The extra two floors at CAPA downtown that have become available due to an option in the building (above the old jazz club and next to the strip joint) can be obtained. But use the additional space to accept additional high school students to CAPA. CAPA is a great school for some kids. Accept more students into that school. Expand it. It is, by far, the best school in terms of academic performance. Grow what works.
In the future, I'd love to see another performing arts middle school in the city in the south, such as at the closed Knoxville.
Furthermore, don't go selling off the buildings that are empty at fire-sale prices. If the value isn't there -- don't do the deal. The closed building at South Vo Tech sold for $1-million. The deal had a 60-day window to close, as per the bid process. Well, it didn't close on time. Don't sell it. The buyer should be out his hand money and the district should keep that building.
South Vo Tech is worth $20-million. It sold for $1-million. They could put 20 condos in South Vo Tech for $.5 to 2-M each.
Furthermore, we need a good Vo Tech High School. South Vo Tech can be re-opened, modernized, and used as a Vo Tech. Duhh! The city was promised a new Vo Tech Program and direction when South Vo Tech was closed.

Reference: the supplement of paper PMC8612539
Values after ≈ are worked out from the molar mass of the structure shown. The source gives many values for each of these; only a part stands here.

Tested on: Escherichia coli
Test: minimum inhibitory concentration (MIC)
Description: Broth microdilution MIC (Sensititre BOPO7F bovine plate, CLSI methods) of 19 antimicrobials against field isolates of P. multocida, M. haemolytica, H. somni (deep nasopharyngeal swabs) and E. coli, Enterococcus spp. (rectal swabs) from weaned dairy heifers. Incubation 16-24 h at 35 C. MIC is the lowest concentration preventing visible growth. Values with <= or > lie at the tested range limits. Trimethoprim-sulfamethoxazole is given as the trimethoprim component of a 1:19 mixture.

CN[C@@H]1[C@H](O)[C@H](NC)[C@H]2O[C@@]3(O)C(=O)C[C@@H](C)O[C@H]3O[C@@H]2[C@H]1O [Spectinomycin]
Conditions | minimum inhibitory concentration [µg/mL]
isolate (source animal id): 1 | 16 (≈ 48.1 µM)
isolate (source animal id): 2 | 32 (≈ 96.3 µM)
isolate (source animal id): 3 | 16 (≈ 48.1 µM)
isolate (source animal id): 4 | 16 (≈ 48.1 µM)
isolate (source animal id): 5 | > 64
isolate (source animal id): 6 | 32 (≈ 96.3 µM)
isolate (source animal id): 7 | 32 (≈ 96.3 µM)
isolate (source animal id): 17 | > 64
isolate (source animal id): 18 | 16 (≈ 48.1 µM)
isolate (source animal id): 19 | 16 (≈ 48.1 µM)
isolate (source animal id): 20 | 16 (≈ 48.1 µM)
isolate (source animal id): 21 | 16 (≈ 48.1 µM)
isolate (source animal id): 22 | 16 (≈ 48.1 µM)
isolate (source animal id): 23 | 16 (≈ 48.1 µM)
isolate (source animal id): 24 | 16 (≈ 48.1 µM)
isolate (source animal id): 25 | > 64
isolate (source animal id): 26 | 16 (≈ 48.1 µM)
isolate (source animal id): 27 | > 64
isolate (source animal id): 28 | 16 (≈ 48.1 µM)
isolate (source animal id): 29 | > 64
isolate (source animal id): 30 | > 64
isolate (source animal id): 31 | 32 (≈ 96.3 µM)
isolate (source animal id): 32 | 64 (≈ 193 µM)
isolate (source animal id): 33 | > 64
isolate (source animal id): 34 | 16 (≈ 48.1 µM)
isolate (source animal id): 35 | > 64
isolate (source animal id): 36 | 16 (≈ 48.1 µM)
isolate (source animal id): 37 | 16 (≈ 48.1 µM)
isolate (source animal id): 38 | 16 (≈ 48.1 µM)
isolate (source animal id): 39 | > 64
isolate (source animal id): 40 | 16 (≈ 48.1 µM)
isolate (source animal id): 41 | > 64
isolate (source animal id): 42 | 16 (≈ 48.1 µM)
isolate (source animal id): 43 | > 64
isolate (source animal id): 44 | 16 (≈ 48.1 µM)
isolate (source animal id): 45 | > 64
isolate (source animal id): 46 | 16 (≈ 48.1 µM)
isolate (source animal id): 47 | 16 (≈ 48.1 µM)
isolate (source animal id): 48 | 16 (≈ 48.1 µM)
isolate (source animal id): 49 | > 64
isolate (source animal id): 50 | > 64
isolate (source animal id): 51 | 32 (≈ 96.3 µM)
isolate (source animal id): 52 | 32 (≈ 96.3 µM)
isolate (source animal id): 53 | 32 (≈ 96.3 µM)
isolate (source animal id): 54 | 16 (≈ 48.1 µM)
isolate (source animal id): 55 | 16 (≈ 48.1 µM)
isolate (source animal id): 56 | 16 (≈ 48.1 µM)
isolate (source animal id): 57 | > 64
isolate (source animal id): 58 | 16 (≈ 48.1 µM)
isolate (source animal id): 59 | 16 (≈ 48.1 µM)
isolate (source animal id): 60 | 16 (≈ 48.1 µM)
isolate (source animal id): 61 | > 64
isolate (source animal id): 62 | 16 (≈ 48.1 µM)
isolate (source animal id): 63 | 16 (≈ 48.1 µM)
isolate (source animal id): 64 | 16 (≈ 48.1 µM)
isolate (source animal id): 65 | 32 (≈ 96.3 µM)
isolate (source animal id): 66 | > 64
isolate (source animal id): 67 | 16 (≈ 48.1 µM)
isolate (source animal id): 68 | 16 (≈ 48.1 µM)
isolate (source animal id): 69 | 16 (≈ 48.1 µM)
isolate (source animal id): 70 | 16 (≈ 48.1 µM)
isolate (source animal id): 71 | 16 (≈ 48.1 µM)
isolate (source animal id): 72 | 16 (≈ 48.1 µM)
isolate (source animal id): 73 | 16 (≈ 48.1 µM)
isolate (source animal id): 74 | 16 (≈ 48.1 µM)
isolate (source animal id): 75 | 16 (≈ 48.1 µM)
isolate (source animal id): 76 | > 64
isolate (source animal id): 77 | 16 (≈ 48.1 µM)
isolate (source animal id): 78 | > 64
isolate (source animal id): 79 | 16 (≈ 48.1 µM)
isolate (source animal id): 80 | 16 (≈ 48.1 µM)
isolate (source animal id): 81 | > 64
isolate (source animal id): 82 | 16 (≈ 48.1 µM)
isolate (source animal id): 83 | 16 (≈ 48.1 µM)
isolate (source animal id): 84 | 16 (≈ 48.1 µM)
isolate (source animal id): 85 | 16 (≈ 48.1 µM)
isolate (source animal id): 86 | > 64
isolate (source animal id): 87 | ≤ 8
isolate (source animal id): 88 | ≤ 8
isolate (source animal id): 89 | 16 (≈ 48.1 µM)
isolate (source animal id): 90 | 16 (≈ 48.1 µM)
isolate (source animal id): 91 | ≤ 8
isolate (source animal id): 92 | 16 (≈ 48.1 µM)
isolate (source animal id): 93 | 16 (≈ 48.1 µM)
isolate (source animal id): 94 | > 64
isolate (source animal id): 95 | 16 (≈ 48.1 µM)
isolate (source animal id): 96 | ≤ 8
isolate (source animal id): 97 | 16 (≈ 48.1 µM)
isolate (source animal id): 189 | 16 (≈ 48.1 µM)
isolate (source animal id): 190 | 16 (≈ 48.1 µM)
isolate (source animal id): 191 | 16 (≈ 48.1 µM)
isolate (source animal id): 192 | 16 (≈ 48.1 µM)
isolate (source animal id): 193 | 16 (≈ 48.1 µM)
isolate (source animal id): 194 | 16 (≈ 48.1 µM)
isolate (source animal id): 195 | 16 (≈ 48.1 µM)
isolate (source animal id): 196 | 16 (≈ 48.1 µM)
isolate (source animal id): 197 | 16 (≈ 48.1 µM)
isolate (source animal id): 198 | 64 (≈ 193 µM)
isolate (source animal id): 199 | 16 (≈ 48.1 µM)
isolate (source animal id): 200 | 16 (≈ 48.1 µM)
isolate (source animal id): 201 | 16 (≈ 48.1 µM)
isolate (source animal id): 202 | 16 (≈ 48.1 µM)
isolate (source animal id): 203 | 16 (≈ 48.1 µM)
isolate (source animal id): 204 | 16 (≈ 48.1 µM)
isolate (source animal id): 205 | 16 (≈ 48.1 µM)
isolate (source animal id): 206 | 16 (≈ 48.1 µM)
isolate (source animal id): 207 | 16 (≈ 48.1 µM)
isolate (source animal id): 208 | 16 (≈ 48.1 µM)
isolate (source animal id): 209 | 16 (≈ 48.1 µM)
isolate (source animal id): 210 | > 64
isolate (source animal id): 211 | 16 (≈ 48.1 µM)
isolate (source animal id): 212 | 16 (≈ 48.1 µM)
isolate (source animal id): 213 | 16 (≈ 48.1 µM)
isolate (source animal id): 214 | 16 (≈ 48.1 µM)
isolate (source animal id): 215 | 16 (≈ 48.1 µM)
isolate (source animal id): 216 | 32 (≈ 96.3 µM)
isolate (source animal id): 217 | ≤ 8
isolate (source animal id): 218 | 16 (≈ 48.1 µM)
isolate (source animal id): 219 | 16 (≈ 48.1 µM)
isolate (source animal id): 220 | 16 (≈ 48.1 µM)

One of the new Vo Tech Programs at the new Vo Tech High School should be 'historic preservation.' Don't you think we have plenty of working laboratory spaces for learning about the building trades!
Back to today's P-G article:
Mr. Roosevelt says the district cannot afford to remediate asbestos and address other maintenance problems at the landmark Oakland school. The most recent cost estimate, which Mr. Roosevelt released May 19, was $76.2 million.Lies.
Today's P-G has the headline WVU president to quit Sept. 1. It would be nice if the P-G and Trib would spend one tenth the time on looking at Mark Roosevelt as it did in efforts to dig at WVU. Now that victory in Morgantown has been secured, I hope the educational investigative reporters show up in the halls of Pittsburgh Public Schools. Garrison got knocked off the fast track. Same too should Mark Roosevelt.